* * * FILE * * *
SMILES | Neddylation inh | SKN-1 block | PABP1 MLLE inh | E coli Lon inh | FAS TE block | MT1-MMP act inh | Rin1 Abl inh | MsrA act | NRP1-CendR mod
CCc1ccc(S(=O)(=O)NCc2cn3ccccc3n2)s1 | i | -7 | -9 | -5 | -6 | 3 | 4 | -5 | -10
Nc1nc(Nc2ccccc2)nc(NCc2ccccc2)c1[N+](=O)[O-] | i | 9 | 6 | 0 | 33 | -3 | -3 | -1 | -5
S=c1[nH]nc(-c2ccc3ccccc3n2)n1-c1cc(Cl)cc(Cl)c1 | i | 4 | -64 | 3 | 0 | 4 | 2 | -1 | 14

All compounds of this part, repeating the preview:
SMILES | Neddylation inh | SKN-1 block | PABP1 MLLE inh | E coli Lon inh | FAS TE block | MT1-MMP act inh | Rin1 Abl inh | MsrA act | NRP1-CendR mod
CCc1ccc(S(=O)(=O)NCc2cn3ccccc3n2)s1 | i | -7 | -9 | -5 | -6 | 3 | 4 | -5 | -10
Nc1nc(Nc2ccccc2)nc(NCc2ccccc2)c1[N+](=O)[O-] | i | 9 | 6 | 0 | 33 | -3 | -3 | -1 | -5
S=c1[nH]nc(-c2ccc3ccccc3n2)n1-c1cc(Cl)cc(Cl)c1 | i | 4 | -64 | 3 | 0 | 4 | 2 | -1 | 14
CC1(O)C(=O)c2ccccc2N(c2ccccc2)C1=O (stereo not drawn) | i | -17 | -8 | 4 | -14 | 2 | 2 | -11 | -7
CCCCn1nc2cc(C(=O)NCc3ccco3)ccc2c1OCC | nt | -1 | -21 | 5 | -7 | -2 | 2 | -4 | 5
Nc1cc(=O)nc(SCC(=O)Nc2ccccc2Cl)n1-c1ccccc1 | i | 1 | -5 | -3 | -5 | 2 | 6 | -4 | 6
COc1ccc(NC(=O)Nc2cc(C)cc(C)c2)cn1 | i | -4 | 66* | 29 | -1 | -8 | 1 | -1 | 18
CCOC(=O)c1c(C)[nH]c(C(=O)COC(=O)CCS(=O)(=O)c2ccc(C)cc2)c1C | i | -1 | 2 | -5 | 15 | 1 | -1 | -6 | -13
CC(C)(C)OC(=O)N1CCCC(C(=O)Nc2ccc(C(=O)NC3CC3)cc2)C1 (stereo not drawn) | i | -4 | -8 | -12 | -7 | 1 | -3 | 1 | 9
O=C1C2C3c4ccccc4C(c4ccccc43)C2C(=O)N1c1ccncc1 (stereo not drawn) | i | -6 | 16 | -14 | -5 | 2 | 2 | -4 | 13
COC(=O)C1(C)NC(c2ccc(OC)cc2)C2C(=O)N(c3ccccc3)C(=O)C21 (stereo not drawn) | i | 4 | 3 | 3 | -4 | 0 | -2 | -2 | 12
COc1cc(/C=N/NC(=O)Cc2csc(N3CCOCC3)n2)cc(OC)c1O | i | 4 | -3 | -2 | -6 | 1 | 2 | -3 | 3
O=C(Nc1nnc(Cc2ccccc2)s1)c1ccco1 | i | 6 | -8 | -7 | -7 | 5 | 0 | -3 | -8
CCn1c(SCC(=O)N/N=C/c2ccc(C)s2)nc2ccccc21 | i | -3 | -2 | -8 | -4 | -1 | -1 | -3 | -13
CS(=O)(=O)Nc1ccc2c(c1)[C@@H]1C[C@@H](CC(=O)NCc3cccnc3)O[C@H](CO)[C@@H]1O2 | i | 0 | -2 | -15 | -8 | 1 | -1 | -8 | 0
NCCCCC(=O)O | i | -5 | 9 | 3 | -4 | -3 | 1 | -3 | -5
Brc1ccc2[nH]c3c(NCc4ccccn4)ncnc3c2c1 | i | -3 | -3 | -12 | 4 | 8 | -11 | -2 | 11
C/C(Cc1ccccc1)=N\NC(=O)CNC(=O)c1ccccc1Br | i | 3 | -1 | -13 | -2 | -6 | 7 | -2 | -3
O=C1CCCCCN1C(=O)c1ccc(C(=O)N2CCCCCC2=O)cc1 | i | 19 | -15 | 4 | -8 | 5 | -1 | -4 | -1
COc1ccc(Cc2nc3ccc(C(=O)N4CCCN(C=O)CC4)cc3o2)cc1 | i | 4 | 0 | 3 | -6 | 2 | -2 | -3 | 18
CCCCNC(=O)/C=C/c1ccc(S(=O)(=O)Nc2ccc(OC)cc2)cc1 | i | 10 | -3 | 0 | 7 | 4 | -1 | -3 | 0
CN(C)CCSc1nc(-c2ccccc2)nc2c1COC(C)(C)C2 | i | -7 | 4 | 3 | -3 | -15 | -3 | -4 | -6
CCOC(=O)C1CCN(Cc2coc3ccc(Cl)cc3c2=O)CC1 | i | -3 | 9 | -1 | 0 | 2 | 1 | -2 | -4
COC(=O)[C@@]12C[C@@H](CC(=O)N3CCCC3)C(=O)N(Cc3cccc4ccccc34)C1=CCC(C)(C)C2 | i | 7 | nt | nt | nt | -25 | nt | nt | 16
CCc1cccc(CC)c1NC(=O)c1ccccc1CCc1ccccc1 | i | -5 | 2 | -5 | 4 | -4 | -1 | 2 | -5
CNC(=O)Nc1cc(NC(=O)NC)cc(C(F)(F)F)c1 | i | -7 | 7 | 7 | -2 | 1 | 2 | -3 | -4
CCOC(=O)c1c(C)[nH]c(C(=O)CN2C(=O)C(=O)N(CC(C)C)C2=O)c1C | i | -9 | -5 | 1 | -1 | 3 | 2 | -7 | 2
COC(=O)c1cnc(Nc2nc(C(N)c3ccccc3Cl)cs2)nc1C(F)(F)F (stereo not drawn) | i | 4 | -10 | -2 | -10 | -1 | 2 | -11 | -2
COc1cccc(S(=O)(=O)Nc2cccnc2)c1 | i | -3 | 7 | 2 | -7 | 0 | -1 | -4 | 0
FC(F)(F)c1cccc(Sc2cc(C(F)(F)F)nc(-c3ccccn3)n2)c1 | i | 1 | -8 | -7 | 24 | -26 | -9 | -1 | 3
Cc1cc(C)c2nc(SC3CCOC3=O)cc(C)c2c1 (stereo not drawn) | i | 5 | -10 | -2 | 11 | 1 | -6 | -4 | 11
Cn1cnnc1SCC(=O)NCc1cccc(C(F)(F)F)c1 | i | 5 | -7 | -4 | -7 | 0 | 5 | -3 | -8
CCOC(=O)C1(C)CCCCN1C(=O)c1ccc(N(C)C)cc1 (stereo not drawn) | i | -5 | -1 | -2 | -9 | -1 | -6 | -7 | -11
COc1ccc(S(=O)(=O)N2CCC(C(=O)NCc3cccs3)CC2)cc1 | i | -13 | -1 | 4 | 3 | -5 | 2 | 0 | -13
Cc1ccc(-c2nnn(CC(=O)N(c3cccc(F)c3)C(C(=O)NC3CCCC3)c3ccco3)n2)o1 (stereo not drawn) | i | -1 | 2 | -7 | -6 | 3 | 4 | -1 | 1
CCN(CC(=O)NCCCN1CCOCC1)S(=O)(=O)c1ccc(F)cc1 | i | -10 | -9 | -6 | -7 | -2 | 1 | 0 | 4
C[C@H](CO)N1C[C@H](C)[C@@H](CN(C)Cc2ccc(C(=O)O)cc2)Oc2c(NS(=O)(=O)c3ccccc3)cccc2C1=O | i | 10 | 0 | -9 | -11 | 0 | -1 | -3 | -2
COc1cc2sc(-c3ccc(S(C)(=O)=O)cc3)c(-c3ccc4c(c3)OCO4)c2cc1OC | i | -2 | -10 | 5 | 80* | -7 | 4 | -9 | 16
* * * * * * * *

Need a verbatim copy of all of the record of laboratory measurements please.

SMILES | Neddylation inh | SKN-1 block | PABP1 MLLE inh | E coli Lon inh | FAS TE block | MT1-MMP act inh | Rin1 Abl inh | MsrA act | NRP1-CendR mod
CCc1ccc(S(=O)(=O)NCc2cn3ccccc3n2)s1 | i | -7 | -9 | -5 | -6 | 3 | 4 | -5 | -10
Nc1nc(Nc2ccccc2)nc(NCc2ccccc2)c1[N+](=O)[O-] | i | 9 | 6 | 0 | 33 | -3 | -3 | -1 | -5
S=c1[nH]nc(-c2ccc3ccccc3n2)n1-c1cc(Cl)cc(Cl)c1 | i | 4 | -64 | 3 | 0 | 4 | 2 | -1 | 14

All compounds of this part, repeating the preview:
SMILES | Neddylation inh | SKN-1 block | PABP1 MLLE inh | E coli Lon inh | FAS TE block | MT1-MMP act inh | Rin1 Abl inh | MsrA act | NRP1-CendR mod
CCc1ccc(S(=O)(=O)NCc2cn3ccccc3n2)s1 | i | -7 | -9 | -5 | -6 | 3 | 4 | -5 | -10
Nc1nc(Nc2ccccc2)nc(NCc2ccccc2)c1[N+](=O)[O-] | i | 9 | 6 | 0 | 33 | -3 | -3 | -1 | -5
S=c1[nH]nc(-c2ccc3ccccc3n2)n1-c1cc(Cl)cc(Cl)c1 | i | 4 | -64 | 3 | 0 | 4 | 2 | -1 | 14
CC1(O)C(=O)c2ccccc2N(c2ccccc2)C1=O (stereo not drawn) | i | -17 | -8 | 4 | -14 | 2 | 2 | -11 | -7
CCCCn1nc2cc(C(=O)NCc3ccco3)ccc2c1OCC | nt | -1 | -21 | 5 | -7 | -2 | 2 | -4 | 5
Nc1cc(=O)nc(SCC(=O)Nc2ccccc2Cl)n1-c1ccccc1 | i | 1 | -5 | -3 | -5 | 2 | 6 | -4 | 6
COc1ccc(NC(=O)Nc2cc(C)cc(C)c2)cn1 | i | -4 | 66* | 29 | -1 | -8 | 1 | -1 | 18
CCOC(=O)c1c(C)[nH]c(C(=O)COC(=O)CCS(=O)(=O)c2ccc(C)cc2)c1C | i | -1 | 2 | -5 | 15 | 1 | -1 | -6 | -13
CC(C)(C)OC(=O)N1CCCC(C(=O)Nc2ccc(C(=O)NC3CC3)cc2)C1 (stereo not drawn) | i | -4 | -8 | -12 | -7 | 1 | -3 | 1 | 9
O=C1C2C3c4ccccc4C(c4ccccc43)C2C(=O)N1c1ccncc1 (stereo not drawn) | i | -6 | 16 | -14 | -5 | 2 | 2 | -4 | 13
COC(=O)C1(C)NC(c2ccc(OC)cc2)C2C(=O)N(c3ccccc3)C(=O)C21 (stereo not drawn) | i | 4 | 3 | 3 | -4 | 0 | -2 | -2 | 12
COc1cc(/C=N/NC(=O)Cc2csc(N3CCOCC3)n2)cc(OC)c1O | i | 4 | -3 | -2 | -6 | 1 | 2 | -3 | 3
O=C(Nc1nnc(Cc2ccccc2)s1)c1ccco1 | i | 6 | -8 | -7 | -7 | 5 | 0 | -3 | -8
CCn1c(SCC(=O)N/N=C/c2ccc(C)s2)nc2ccccc21 | i | -3 | -2 | -8 | -4 | -1 | -1 | -3 | -13
CS(=O)(=O)Nc1ccc2c(c1)[C@@H]1C[C@@H](CC(=O)NCc3cccnc3)O[C@H](CO)[C@@H]1O2 | i | 0 | -2 | -15 | -8 | 1 | -1 | -8 | 0
NCCCCC(=O)O | i | -5 | 9 | 3 | -4 | -3 | 1 | -3 | -5
Brc1ccc2[nH]c3c(NCc4ccccn4)ncnc3c2c1 | i | -3 | -3 | -12 | 4 | 8 | -11 | -2 | 11
C/C(Cc1ccccc1)=N\NC(=O)CNC(=O)c1ccccc1Br | i | 3 | -1 | -13 | -2 | -6 | 7 | -2 | -3
O=C1CCCCCN1C(=O)c1ccc(C(=O)N2CCCCCC2=O)cc1 | i | 19 | -15 | 4 | -8 | 5 | -1 | -4 | -1
COc1ccc(Cc2nc3ccc(C(=O)N4CCCN(C=O)CC4)cc3o2)cc1 | i | 4 | 0 | 3 | -6 | 2 | -2 | -3 | 18
CCCCNC(=O)/C=C/c1ccc(S(=O)(=O)Nc2ccc(OC)cc2)cc1 | i | 10 | -3 | 0 | 7 | 4 | -1 | -3 | 0
CN(C)CCSc1nc(-c2ccccc2)nc2c1COC(C)(C)C2 | i | -7 | 4 | 3 | -3 | -15 | -3 | -4 | -6
CCOC(=O)C1CCN(Cc2coc3ccc(Cl)cc3c2=O)CC1 | i | -3 | 9 | -1 | 0 | 2 | 1 | -2 | -4
COC(=O)[C@@]12C[C@@H](CC(=O)N3CCCC3)C(=O)N(Cc3cccc4ccccc34)C1=CCC(C)(C)C2 | i | 7 | nt | nt | nt | -25 | nt | nt | 16
CCc1cccc(CC)c1NC(=O)c1ccccc1CCc1ccccc1 | i | -5 | 2 | -5 | 4 | -4 | -1 | 2 | -5
CNC(=O)Nc1cc(NC(=O)NC)cc(C(F)(F)F)c1 | i | -7 | 7 | 7 | -2 | 1 | 2 | -3 | -4
CCOC(=O)c1c(C)[nH]c(C(=O)CN2C(=O)C(=O)N(CC(C)C)C2=O)c1C | i | -9 | -5 | 1 | -1 | 3 | 2 | -7 | 2
COC(=O)c1cnc(Nc2nc(C(N)c3ccccc3Cl)cs2)nc1C(F)(F)F (stereo not drawn) | i | 4 | -10 | -2 | -10 | -1 | 2 | -11 | -2
COc1cccc(S(=O)(=O)Nc2cccnc2)c1 | i | -3 | 7 | 2 | -7 | 0 | -1 | -4 | 0
FC(F)(F)c1cccc(Sc2cc(C(F)(F)F)nc(-c3ccccn3)n2)c1 | i | 1 | -8 | -7 | 24 | -26 | -9 | -1 | 3
Cc1cc(C)c2nc(SC3CCOC3=O)cc(C)c2c1 (stereo not drawn) | i | 5 | -10 | -2 | 11 | 1 | -6 | -4 | 11
Cn1cnnc1SCC(=O)NCc1cccc(C(F)(F)F)c1 | i | 5 | -7 | -4 | -7 | 0 | 5 | -3 | -8
CCOC(=O)C1(C)CCCCN1C(=O)c1ccc(N(C)C)cc1 (stereo not drawn) | i | -5 | -1 | -2 | -9 | -1 | -6 | -7 | -11
COc1ccc(S(=O)(=O)N2CCC(C(=O)NCc3cccs3)CC2)cc1 | i | -13 | -1 | 4 | 3 | -5 | 2 | 0 | -13
Cc1ccc(-c2nnn(CC(=O)N(c3cccc(F)c3)C(C(=O)NC3CCCC3)c3ccco3)n2)o1 (stereo not drawn) | i | -1 | 2 | -7 | -6 | 3 | 4 | -1 | 1
CCN(CC(=O)NCCCN1CCOCC1)S(=O)(=O)c1ccc(F)cc1 | i | -10 | -9 | -6 | -7 | -2 | 1 | 0 | 4
C[C@H](CO)N1C[C@H](C)[C@@H](CN(C)Cc2ccc(C(=O)O)cc2)Oc2c(NS(=O)(=O)c3ccccc3)cccc2C1=O | i | 10 | 0 | -9 | -11 | 0 | -1 | -3 | -2
COc1cc2sc(-c3ccc(S(C)(=O)=O)cc3)c(-c3ccc4c(c3)OCO4)c2cc1OC | i | -2 | -10 | 5 | 80* | -7 | 4 | -9 | 16